A third randomized trial included 304 immunocompetent patients with CAP who were admitted to the hospital but did not require immediate ICU admission; almost one-half had more severe disease as defined by a PSI class of IV or V (table 8) [108]. The patients who received glucocorticoids had a significantly shorter median length of hospital stay of one day (6.5 versus 7.5 days). In-hospital mortality was infrequent and not different between the two groups.

A subsequent meta-analysis of four trials [109], including two that were reviewed above [105,107], concluded that the quality of the evidence was low and that it will not be possible to make reliable treatment recommendations until large, sufficiently powered, multicenter randomized trials have been conducted.

The above data do not provide convincing evidence of benefit from glucocorticoid therapy. Whether or not there is a benefit of glucocorticoids in severe CAP is being evaluated in a large Veteran Administration cooperative study, which is investigating prolonged low-dose methylprednisolone treatment in patients admitted to the ICU [110]. Pending these results and based upon the available data, we do not recommend glucocorticoids as adjunctive therapy for CAP.

Tissue factor pathway inhibitor — A recombinant tissue factor pathway inhibitor, tifacogin, which is a systemic inhibitor of coagulation, has been evaluated in an international multicenter randomized trial of patients with severe CAP [111]. Despite evidence of biologic activity, tifacogin was not associated with a mortality benefit compared with placebo. Therefore, tifacogin is not recommended in patients with severe CAP.

Statins — HMG CoA reductase inhibitors (statins) appear to have antiinflammatory properties, and some studies of patients taking a statin chronically have suggested that they might reduce the risk of infection, including pneumonia, and infection-related mortality. However, many of these studies had potential flaws, and other studies have not shown these benefits. (See "Statins: Possible noncardiovascular benefits", section on 'Sepsis and infections' and "Investigational and ineffective therapies for sepsis", section on 'Statins'.)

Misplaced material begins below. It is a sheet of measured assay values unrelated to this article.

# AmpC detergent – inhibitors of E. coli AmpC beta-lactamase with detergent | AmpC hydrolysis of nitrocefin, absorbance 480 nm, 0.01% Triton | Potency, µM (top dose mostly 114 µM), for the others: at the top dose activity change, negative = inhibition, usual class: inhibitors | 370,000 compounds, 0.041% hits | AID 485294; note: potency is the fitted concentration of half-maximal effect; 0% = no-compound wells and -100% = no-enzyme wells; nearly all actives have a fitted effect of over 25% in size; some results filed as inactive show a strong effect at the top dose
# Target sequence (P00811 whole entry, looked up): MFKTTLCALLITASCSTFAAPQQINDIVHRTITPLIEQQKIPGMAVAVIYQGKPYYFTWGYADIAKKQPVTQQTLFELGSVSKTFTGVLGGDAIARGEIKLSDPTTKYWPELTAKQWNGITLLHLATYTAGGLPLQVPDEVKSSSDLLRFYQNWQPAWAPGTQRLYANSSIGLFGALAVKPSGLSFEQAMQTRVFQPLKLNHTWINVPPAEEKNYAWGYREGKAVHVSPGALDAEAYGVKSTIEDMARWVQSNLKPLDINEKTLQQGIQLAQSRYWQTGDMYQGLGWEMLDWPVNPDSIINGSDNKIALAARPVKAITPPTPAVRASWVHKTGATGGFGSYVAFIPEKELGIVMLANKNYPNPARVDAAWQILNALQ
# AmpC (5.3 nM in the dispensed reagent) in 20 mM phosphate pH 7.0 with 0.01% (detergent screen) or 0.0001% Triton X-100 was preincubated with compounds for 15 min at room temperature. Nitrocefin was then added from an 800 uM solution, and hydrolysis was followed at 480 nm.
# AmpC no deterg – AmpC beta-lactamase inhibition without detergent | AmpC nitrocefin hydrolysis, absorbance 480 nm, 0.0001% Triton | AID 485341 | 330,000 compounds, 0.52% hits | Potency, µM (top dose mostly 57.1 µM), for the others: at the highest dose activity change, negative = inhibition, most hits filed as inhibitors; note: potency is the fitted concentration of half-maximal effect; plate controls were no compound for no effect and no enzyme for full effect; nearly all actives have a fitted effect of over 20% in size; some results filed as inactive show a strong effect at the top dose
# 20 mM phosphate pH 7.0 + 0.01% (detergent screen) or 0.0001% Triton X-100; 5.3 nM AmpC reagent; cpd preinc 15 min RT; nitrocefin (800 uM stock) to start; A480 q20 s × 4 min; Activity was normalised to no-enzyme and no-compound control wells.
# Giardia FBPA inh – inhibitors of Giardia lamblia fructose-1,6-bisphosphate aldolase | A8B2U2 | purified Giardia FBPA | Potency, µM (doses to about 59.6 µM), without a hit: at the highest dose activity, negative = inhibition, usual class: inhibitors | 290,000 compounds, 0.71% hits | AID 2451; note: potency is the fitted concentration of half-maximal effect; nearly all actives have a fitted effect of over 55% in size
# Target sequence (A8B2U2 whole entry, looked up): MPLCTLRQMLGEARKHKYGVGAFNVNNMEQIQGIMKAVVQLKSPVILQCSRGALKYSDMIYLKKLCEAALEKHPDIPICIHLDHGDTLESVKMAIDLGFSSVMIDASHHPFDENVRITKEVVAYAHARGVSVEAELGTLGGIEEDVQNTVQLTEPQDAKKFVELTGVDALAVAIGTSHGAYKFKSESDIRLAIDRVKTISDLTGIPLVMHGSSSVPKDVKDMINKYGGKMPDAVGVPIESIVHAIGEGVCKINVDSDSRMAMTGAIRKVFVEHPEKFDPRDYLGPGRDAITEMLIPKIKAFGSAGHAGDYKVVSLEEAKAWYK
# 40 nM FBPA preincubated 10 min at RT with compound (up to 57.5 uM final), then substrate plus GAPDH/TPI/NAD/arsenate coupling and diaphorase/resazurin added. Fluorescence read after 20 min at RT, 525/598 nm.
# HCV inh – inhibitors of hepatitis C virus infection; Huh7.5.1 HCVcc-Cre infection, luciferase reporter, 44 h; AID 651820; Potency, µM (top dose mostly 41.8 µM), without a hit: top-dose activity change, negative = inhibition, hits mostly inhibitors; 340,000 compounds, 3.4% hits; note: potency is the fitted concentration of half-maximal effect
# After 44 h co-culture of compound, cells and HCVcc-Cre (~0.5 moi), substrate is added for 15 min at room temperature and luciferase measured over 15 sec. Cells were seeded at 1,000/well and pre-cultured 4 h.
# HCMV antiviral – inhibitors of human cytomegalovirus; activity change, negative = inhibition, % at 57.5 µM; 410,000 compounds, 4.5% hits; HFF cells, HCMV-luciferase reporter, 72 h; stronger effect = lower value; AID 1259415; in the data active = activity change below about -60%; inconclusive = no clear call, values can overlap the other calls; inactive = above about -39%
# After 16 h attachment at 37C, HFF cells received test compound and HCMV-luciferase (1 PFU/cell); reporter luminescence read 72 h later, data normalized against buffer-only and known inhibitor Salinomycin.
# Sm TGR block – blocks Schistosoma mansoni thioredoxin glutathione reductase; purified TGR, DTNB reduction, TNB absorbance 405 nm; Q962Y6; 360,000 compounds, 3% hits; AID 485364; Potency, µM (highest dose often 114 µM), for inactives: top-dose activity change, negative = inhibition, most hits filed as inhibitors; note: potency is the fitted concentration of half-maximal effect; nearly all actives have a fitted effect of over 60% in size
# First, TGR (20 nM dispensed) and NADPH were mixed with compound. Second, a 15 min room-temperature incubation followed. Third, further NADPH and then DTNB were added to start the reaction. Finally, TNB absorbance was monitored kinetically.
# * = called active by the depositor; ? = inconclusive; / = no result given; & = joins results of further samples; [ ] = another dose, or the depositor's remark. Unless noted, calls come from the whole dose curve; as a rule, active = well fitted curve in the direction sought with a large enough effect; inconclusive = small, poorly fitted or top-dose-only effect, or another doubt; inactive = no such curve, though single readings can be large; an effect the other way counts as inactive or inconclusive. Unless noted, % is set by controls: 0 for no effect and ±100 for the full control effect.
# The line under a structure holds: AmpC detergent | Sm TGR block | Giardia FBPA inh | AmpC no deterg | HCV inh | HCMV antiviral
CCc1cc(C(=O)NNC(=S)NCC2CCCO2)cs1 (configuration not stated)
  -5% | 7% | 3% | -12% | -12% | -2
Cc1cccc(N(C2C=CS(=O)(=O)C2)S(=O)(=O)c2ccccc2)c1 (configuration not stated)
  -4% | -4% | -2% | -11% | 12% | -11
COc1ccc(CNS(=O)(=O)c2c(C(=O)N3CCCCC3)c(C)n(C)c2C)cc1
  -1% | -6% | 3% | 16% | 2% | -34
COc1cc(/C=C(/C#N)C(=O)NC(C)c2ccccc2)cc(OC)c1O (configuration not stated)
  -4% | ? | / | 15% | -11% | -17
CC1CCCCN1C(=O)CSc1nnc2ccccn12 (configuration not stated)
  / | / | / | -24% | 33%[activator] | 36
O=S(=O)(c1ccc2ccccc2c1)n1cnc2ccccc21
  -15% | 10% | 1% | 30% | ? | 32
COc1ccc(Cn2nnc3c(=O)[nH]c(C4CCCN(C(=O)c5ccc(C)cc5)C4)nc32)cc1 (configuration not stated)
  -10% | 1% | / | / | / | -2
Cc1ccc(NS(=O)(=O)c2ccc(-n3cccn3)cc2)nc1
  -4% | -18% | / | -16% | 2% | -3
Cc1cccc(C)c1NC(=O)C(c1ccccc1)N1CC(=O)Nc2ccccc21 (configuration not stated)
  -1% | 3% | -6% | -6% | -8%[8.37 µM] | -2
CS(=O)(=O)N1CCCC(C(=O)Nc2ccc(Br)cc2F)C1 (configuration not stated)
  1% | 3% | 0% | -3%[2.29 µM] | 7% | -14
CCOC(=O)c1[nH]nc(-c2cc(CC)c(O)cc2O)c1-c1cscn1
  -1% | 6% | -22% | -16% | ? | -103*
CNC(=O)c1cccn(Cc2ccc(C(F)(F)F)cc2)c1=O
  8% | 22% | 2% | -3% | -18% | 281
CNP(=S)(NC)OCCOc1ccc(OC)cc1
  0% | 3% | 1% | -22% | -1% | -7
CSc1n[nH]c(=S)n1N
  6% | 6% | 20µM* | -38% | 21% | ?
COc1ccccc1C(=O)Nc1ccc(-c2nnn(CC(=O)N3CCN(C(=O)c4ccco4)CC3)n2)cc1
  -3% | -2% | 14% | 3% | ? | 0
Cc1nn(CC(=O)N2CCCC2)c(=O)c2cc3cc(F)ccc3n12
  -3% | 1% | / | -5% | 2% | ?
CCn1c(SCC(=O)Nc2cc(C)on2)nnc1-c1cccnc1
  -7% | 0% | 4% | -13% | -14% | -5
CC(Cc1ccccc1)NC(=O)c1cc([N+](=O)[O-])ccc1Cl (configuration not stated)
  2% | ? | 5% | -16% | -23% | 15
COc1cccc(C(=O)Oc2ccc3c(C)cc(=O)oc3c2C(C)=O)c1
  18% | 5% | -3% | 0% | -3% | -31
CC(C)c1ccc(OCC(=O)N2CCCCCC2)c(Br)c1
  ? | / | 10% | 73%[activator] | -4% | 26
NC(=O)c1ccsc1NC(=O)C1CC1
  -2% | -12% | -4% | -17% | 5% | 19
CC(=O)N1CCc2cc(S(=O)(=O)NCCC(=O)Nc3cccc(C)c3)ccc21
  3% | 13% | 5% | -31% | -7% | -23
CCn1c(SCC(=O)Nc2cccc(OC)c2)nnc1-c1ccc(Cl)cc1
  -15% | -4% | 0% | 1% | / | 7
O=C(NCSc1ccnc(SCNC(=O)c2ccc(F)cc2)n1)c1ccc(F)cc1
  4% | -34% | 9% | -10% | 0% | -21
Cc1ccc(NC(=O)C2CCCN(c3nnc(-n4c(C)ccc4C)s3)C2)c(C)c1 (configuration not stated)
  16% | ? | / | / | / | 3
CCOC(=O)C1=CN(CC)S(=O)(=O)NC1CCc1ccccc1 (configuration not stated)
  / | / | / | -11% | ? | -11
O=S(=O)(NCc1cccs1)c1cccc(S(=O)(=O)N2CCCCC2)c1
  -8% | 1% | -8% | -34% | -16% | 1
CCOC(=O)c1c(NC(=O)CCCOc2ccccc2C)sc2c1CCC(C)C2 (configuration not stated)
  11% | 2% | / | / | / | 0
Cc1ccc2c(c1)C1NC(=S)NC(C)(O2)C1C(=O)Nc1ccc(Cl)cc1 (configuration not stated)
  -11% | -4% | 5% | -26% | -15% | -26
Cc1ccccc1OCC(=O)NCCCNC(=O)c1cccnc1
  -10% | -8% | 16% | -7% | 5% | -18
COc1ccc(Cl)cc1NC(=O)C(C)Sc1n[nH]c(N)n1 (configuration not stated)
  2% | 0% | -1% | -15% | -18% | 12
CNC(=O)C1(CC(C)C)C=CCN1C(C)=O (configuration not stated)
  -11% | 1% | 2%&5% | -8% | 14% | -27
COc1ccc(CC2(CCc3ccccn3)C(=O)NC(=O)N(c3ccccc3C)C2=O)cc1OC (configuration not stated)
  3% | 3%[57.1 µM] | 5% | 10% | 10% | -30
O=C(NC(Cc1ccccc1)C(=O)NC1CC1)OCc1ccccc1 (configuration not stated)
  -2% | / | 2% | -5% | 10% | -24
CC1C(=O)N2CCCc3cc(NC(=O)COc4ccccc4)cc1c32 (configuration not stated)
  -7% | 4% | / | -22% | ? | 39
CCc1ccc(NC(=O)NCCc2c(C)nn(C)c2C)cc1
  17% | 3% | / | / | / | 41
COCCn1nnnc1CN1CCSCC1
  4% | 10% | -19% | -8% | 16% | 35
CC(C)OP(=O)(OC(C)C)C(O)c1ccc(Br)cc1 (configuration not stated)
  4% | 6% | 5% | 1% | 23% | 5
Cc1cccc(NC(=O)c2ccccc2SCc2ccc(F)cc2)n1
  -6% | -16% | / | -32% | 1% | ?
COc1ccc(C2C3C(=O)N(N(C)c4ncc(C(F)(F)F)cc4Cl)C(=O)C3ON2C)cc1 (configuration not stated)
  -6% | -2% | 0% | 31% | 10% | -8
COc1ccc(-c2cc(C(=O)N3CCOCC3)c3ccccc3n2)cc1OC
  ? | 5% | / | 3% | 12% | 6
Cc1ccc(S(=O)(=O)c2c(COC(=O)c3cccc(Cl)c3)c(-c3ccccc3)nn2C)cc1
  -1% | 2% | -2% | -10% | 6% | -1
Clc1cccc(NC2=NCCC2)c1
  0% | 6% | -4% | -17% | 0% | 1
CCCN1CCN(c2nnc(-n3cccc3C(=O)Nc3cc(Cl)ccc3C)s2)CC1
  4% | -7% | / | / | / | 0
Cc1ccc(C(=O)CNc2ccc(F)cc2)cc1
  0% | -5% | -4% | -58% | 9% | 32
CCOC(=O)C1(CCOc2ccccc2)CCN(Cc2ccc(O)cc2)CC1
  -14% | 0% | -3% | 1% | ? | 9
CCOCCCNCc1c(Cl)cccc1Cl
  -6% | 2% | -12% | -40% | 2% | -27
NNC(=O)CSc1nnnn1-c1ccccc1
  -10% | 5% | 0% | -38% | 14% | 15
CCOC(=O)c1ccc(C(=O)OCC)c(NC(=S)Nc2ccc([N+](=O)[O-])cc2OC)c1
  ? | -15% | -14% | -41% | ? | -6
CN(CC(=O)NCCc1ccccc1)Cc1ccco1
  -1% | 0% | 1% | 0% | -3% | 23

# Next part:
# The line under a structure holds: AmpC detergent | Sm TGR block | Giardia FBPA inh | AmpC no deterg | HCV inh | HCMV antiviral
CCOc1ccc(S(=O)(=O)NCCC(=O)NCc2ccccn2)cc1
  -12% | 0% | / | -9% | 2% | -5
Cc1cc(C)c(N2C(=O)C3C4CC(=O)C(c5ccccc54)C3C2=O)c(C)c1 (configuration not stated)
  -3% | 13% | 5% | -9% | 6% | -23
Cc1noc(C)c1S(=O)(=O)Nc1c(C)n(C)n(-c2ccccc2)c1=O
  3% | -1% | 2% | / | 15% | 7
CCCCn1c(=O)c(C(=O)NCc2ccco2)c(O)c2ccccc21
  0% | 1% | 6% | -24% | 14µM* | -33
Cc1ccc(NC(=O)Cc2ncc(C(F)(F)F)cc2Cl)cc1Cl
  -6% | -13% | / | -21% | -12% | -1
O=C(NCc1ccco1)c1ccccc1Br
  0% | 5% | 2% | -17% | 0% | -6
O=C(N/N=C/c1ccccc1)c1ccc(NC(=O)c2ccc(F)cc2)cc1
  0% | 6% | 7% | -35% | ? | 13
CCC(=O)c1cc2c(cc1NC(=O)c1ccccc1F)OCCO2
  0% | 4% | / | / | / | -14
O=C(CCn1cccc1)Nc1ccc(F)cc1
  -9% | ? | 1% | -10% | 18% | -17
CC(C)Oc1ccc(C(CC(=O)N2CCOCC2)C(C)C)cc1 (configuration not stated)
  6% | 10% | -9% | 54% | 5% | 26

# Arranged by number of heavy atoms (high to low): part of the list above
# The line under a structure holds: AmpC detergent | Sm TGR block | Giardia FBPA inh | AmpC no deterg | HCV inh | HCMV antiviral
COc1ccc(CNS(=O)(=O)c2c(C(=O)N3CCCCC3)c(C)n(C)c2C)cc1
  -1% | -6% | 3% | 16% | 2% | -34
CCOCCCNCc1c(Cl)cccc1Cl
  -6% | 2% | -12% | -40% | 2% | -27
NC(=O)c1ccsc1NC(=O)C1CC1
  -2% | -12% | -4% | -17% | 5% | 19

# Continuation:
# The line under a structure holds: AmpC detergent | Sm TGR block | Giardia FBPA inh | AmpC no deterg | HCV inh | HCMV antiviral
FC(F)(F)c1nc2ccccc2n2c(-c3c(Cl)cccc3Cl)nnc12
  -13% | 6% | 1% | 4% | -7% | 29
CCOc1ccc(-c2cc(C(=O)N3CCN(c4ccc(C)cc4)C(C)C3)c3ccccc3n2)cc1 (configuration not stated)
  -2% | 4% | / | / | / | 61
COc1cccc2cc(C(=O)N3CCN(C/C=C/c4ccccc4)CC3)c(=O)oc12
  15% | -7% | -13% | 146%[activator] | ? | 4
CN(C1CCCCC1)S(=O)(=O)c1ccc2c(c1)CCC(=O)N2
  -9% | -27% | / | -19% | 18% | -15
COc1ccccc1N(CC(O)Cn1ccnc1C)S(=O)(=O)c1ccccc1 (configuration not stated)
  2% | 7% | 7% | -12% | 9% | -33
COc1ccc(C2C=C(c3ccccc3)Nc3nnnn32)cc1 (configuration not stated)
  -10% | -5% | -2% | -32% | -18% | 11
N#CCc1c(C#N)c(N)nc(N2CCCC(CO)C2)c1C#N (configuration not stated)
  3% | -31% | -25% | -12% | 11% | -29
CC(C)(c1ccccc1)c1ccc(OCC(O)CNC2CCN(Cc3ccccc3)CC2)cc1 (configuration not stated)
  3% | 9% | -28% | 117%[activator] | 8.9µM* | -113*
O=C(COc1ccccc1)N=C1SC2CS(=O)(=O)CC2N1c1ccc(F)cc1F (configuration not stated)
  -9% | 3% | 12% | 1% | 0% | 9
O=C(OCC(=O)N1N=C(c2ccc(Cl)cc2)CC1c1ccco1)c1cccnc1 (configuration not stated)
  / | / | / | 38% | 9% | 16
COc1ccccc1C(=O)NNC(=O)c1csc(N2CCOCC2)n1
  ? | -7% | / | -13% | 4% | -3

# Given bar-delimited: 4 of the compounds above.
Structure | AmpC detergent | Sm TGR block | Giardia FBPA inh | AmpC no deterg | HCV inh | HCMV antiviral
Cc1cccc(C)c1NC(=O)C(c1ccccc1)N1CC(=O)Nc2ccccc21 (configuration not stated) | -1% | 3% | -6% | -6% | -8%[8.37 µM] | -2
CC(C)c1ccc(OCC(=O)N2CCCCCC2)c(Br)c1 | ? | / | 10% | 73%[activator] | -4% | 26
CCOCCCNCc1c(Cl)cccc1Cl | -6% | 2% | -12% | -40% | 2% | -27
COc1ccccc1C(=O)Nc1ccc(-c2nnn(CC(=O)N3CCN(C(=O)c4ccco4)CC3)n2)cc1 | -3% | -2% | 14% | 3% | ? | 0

No studies have evaluated the potential benefit of the addition of a statin as an adjunctive therapy in patients with CAP [42,112]. In one trial, the adjunctive use of a statin in patients with ventilator-associated pneumonia did not lead to a mortality benefit or improvement in other clinical outcomes and the trial was stopped early for futility [113]. (See "Treatment of hospital-acquired, ventilator-associated, and healthcare-associated pneumonia in adults", section on 'Lack of benefit of statins'.)

VACCINATION — Patients with community-acquired pneumonia (CAP) should be appropriately vaccinated for influenza and pneumococcal infection [2]. Screening for influenza vaccination status is warranted during influenza season (eg, from October through March in the northern hemisphere) in all patients. Screening for pneumococcal vaccination status is warranted in patients age 65 or older or with other indications for vaccination (table 9). Vaccination can be administered at any time during hospitalization after the patient has become stable. (See "Seasonal influenza vaccination in adults" and "Pneumococcal vaccination in adults".)

SMOKING CESSATION — Smoking cessation should be a goal for hospitalized patients with community-acquired pneumonia (CAP) who smoke [2]. (See "Overview of smoking cessation management in adults".)

PERFORMANCE MEASURES — The Centers for Medicare and Medicaid Services (CMS) has established performance indicators to assess the quality of hospital care for pneumonia patients. As of January 2014, the specific CMS performance measures for CAP include one process of care measure (use of a guideline-compliant initial antibiotic regimen) and two outcome measures (30-day mortality and 30-day readmission rate) [114]. Hospital-specific outcomes regarding these measures are publically reported [115]. On the other hand, specific CAP measures for 2014 that will be included in the Value-Based Purchasing (VBP) score, which will be used to modify hospital payments based on information submitted by each hospital during the last three quarters of 2012, include two process of care measures (use of a guideline-compliant initial antibiotic regimen, and blood cultures performed in the emergency department prior to initial antibiotic received in the hospital) and one outcome measure (30-day mortality rate) [114].